(2) Lehman’s Collapse Caused Inevitable and Necessary Market Change

“The inconsistency was the biggest problem. The Lehman decision abruptly and surprisingly tore the perceived rule book into pieces and tossed it out the window.” –Former Vice Chairman to the Federal Reserve Alan Blinder (33).

Arguments that cite the ensuing market panic and erosion of confidence that erupted after Lehman’s failure are near-sighted and fail to appreciate the larger picture motivating policy makers’ decision. Regulators’ decision not to rescue the then fourth largest investment bank, an institution assumed “too big to fail,” dispensed a necessary wake-up call to deluded and unruly Wall Street firms, which had been lulled into a costly false sense of security. The question of whether regulators did the right thing in allowing Lehman to fail cannot be studied in a vacuum; it must be considered alongside the more consequential question of whether regulators made the right decision in saving Bear Stearns. In 2007, the Fed’s extension of a $29 billion loan to Bear Stearns rewrote the tacit rules that had governed the political and fiscal landscape for centuries, substantiating the notion that institutions could be “too big or too interconnected to fail.” The comforting assumption that regulators would intervene to save every systemically important institution from failure was a turning point in the crisis, “setting the stage for [the financial carnage] that followed” (34). After the Bear Stearns intervention, regulators faced a formidable and insuperable enemy: the inexorable march of time. It would be an unsustainable situation for the government to continue bailing out every ailing financial firm.

“These officials would have eventually had to say ‘no’ to someone, sometime. The Corps of Financial Engineers drew the line at Lehman. They might have been able to let the process run a few weeks more and let the bill get bigger, but ultimately, they would have had to stop. And when they did expectations would be dashed and markets would adjust. If Lehman had been saved, someone else would have been allowed to fail. The only consequence would be the date when we commemorate the anniversary of the crisis, not that the crisis would have been forever averted.” (35).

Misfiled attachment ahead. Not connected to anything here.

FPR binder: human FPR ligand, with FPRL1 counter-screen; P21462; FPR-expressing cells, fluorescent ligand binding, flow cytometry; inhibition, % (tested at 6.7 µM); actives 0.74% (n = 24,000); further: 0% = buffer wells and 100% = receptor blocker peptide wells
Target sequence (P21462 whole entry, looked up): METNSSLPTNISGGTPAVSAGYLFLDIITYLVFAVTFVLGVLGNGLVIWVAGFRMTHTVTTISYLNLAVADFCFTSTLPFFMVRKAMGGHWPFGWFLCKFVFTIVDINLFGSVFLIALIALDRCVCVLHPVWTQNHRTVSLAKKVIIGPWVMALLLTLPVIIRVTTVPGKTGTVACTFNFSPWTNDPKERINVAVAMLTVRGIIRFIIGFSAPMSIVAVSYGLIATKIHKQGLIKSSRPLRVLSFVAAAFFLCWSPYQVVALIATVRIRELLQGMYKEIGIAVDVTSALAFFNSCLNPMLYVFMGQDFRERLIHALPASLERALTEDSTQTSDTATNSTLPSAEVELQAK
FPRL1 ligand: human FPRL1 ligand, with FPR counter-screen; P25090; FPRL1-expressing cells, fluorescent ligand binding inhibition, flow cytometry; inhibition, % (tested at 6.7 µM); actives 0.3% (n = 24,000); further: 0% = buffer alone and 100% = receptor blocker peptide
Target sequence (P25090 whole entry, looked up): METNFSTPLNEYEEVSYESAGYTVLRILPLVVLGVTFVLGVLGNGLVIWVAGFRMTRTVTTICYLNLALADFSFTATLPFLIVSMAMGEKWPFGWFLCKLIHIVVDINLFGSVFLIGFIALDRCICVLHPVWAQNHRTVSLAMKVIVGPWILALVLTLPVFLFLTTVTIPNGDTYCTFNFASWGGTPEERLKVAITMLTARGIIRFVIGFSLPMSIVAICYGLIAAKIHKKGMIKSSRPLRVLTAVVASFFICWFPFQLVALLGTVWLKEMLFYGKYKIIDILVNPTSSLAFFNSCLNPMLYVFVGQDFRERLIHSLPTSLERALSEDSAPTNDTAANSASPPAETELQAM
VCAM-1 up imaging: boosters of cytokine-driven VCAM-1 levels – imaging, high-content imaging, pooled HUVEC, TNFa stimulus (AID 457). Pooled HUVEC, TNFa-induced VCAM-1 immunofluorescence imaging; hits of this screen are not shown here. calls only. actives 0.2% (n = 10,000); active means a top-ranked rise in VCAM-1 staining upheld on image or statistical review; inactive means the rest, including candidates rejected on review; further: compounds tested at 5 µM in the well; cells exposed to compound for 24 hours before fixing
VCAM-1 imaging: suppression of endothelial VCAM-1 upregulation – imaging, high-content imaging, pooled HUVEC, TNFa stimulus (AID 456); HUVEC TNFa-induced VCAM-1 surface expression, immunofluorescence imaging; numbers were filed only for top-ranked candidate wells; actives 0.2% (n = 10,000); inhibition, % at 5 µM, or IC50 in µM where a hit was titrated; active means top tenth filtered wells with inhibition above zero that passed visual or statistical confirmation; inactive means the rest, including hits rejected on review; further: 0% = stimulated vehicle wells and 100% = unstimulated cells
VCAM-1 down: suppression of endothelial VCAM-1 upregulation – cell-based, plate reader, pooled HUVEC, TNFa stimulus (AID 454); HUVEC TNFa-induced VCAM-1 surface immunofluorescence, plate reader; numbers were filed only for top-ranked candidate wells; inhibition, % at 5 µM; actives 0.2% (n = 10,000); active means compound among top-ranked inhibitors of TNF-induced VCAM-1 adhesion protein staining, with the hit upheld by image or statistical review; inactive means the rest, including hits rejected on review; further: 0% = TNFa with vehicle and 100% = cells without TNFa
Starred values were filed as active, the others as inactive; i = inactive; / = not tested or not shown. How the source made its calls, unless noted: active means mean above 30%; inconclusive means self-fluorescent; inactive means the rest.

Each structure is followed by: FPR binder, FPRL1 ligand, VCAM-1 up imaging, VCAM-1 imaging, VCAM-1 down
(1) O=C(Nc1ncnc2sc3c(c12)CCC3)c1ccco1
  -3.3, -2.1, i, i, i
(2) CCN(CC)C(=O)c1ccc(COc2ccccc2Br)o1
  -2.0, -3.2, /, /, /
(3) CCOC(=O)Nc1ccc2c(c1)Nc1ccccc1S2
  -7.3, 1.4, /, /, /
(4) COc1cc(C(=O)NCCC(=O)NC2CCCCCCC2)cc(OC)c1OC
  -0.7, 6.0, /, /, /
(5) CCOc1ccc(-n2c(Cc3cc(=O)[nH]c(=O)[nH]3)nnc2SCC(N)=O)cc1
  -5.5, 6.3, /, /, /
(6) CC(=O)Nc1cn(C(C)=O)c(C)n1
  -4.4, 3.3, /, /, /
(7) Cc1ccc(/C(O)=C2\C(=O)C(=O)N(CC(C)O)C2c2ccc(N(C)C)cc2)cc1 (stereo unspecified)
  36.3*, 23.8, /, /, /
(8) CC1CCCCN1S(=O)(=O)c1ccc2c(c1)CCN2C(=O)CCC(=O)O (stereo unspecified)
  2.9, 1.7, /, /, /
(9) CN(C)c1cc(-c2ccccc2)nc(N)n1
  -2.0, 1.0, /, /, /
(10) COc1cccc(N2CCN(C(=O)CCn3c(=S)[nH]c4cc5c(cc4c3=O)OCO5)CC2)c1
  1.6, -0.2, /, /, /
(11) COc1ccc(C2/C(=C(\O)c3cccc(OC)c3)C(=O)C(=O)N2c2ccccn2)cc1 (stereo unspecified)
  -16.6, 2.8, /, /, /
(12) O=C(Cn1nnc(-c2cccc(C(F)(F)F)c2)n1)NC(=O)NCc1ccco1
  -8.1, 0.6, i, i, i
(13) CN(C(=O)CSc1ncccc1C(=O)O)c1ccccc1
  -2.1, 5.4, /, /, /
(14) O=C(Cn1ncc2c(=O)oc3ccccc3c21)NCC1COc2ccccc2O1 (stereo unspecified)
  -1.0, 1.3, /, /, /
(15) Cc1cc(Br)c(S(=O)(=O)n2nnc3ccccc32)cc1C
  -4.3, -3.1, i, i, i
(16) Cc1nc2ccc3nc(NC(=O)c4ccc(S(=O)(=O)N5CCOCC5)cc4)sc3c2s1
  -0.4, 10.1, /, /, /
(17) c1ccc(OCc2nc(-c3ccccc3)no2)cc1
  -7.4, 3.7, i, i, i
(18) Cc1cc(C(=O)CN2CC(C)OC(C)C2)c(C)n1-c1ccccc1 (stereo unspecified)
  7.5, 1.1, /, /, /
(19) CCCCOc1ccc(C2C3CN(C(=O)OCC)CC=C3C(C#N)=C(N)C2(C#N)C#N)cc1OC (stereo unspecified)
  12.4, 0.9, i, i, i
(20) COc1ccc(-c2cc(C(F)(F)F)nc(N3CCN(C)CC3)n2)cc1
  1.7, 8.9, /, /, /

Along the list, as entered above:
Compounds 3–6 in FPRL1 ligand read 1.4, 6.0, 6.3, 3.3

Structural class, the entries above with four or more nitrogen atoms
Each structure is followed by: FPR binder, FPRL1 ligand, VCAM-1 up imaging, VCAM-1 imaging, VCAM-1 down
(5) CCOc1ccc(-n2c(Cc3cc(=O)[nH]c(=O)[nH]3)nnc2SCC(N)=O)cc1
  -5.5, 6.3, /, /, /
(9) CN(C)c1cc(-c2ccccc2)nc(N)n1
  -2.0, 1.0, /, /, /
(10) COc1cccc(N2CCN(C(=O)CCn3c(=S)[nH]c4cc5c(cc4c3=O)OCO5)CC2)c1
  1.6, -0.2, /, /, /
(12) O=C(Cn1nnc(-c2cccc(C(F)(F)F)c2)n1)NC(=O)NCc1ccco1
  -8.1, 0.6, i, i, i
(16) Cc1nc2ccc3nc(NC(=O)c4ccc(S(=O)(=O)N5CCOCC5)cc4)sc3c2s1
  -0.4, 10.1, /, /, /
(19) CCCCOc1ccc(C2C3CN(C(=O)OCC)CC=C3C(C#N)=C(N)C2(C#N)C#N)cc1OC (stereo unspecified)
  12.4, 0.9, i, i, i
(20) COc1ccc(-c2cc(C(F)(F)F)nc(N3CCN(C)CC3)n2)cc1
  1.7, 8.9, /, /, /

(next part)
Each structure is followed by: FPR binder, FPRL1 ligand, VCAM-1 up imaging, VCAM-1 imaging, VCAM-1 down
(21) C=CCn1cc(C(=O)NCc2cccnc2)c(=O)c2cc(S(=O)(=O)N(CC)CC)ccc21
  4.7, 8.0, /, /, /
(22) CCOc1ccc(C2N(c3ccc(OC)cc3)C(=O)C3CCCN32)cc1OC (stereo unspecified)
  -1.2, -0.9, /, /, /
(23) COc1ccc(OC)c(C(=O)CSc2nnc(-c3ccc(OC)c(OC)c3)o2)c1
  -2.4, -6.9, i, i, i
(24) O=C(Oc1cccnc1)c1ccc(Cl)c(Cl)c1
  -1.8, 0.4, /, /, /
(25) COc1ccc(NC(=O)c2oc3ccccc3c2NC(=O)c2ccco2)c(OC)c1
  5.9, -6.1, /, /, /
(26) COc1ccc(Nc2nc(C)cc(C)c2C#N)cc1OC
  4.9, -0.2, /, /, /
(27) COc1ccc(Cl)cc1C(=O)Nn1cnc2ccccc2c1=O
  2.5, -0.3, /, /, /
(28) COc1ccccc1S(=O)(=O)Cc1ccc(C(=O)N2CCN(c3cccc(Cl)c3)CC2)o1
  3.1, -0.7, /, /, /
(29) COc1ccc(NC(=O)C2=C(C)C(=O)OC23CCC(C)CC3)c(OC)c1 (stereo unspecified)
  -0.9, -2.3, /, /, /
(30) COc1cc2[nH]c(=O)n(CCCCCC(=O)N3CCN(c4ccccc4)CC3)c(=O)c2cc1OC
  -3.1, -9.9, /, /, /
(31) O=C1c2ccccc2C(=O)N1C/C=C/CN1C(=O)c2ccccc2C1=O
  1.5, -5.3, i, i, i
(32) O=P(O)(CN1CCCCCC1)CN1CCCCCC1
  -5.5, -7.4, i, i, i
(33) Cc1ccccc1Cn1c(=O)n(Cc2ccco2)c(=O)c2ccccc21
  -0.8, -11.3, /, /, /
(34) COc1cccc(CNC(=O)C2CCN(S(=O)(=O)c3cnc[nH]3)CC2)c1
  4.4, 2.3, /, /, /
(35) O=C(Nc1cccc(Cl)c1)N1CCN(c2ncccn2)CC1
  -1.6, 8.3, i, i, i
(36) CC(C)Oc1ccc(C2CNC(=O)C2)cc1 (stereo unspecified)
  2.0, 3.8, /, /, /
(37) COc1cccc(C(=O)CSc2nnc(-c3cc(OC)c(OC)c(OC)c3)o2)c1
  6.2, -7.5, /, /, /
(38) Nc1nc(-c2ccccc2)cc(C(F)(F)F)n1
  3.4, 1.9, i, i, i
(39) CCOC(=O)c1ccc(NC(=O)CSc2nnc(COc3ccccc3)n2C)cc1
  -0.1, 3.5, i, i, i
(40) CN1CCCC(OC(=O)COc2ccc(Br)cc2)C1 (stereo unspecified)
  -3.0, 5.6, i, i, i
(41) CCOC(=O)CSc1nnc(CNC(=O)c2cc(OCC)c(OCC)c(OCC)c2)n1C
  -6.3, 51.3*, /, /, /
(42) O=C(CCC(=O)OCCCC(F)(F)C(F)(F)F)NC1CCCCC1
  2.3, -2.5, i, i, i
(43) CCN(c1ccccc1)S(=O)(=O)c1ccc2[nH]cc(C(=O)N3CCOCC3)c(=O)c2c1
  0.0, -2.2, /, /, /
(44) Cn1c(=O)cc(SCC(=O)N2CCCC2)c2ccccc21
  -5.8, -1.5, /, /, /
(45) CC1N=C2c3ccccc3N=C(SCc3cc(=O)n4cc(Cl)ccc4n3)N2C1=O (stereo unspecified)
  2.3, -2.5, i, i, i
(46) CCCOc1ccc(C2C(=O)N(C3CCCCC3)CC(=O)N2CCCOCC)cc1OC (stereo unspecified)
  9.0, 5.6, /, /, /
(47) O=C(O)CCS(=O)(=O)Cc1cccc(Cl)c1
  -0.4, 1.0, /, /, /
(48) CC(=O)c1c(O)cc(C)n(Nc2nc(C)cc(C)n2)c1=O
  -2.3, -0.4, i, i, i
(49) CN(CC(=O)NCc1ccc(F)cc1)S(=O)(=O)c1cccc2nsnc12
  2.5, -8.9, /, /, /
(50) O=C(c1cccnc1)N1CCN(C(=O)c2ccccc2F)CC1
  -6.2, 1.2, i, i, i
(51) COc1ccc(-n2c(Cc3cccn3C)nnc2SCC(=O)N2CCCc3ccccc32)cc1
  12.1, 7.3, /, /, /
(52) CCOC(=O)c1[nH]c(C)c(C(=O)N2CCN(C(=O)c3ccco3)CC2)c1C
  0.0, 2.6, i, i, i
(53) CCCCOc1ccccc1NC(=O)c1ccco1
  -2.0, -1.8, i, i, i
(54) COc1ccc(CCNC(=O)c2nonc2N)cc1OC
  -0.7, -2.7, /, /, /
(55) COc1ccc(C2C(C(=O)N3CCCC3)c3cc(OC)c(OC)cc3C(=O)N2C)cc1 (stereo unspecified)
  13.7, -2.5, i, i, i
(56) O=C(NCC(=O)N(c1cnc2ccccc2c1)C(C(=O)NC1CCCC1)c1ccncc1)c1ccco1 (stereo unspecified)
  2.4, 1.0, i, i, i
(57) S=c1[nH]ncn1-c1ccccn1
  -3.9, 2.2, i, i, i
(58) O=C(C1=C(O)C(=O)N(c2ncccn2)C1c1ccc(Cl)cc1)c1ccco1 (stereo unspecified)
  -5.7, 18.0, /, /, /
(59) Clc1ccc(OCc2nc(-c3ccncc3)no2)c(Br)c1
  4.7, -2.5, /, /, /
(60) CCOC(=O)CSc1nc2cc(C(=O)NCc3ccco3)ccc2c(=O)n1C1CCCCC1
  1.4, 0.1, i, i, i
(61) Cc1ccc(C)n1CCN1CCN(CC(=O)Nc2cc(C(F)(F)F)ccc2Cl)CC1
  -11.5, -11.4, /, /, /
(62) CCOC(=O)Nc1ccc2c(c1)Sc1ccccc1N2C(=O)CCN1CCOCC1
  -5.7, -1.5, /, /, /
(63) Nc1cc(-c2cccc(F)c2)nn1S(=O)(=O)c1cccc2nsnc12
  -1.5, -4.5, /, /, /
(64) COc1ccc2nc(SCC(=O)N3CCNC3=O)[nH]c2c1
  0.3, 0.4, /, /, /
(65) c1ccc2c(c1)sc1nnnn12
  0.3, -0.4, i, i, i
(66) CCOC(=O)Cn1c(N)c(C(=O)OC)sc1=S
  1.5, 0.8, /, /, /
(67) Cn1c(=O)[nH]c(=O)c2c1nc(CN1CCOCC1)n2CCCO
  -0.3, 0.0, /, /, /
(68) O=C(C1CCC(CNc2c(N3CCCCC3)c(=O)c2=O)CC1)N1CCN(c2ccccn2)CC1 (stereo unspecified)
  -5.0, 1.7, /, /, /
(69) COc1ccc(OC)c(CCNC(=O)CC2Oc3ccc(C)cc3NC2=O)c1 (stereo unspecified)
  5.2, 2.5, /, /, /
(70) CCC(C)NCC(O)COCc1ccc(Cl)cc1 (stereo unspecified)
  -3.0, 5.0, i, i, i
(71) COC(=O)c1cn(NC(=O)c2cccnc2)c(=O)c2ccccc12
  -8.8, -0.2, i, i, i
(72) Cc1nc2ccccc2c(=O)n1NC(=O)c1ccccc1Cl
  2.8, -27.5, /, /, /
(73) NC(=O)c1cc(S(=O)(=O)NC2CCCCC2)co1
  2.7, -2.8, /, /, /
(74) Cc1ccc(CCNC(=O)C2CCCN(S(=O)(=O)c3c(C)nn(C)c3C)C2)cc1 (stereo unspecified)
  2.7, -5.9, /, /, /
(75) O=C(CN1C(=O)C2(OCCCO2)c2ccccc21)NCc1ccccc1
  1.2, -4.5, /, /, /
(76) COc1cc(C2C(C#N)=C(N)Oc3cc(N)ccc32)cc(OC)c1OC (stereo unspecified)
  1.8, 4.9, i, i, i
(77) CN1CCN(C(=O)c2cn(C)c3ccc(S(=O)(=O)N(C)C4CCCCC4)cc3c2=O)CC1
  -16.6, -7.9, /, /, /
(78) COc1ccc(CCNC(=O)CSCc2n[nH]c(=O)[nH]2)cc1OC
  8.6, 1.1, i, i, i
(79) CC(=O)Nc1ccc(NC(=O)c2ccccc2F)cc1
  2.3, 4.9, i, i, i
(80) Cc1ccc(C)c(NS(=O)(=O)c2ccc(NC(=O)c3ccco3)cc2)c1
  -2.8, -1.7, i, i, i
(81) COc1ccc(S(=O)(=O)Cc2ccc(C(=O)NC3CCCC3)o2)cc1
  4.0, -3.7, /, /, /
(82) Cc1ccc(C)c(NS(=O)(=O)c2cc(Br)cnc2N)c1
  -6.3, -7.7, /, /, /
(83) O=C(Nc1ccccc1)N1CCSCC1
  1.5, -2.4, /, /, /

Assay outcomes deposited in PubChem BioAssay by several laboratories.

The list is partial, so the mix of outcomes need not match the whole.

The Lehman decision corrected the costly market expectations created by Bear Stearns’ rescue and restored efficiency and discipline to markets. Throughout the crisis, policymakers, unable to completely avoid damage, were forced to decide which parties would bear losses. Lehman’s demise was a reincarnation and emblem of their past decisions–their precedent of taxpayer burden had further encouraged Wall Street’s excessive leverage and reckless behavior (36). Saving Lehman would have simply hammered these skewed incentives further into markets, putting the long-term stability and structure of capitalist markets at risk. Taxpayers would have been forced to foot a bill regardless of the Fed’s final decision: if not directly through a bailout, then indirectly through layoffs and economic turmoil (37). Instead of saddling taxpayers with the lingering threat of a large bill in the future, the Fed made the prudent and far-sighted decision to hand them a smaller bill today. The Fed heeded the wisdom of the age-old adage, “better the devil you know than the devil you don’t.” Put simply, the economic “calculus” of policymakers was correct. While rescuing Lehman may have seemed tantalizing at the time, the long-term costs would have been far more consequential than the short-term benefits (38). Political connotations often accompany this argument, evocative of what some have christened the Fed’s “painful yet necessary lesson on moral hazard;” however, partisan beliefs are extraneous to the simple, economic facts of the matter. From a fiscal perspective, policymakers made the right choice to let Lehman fail by shrewdly choosing long-term economic order over short-term benefits.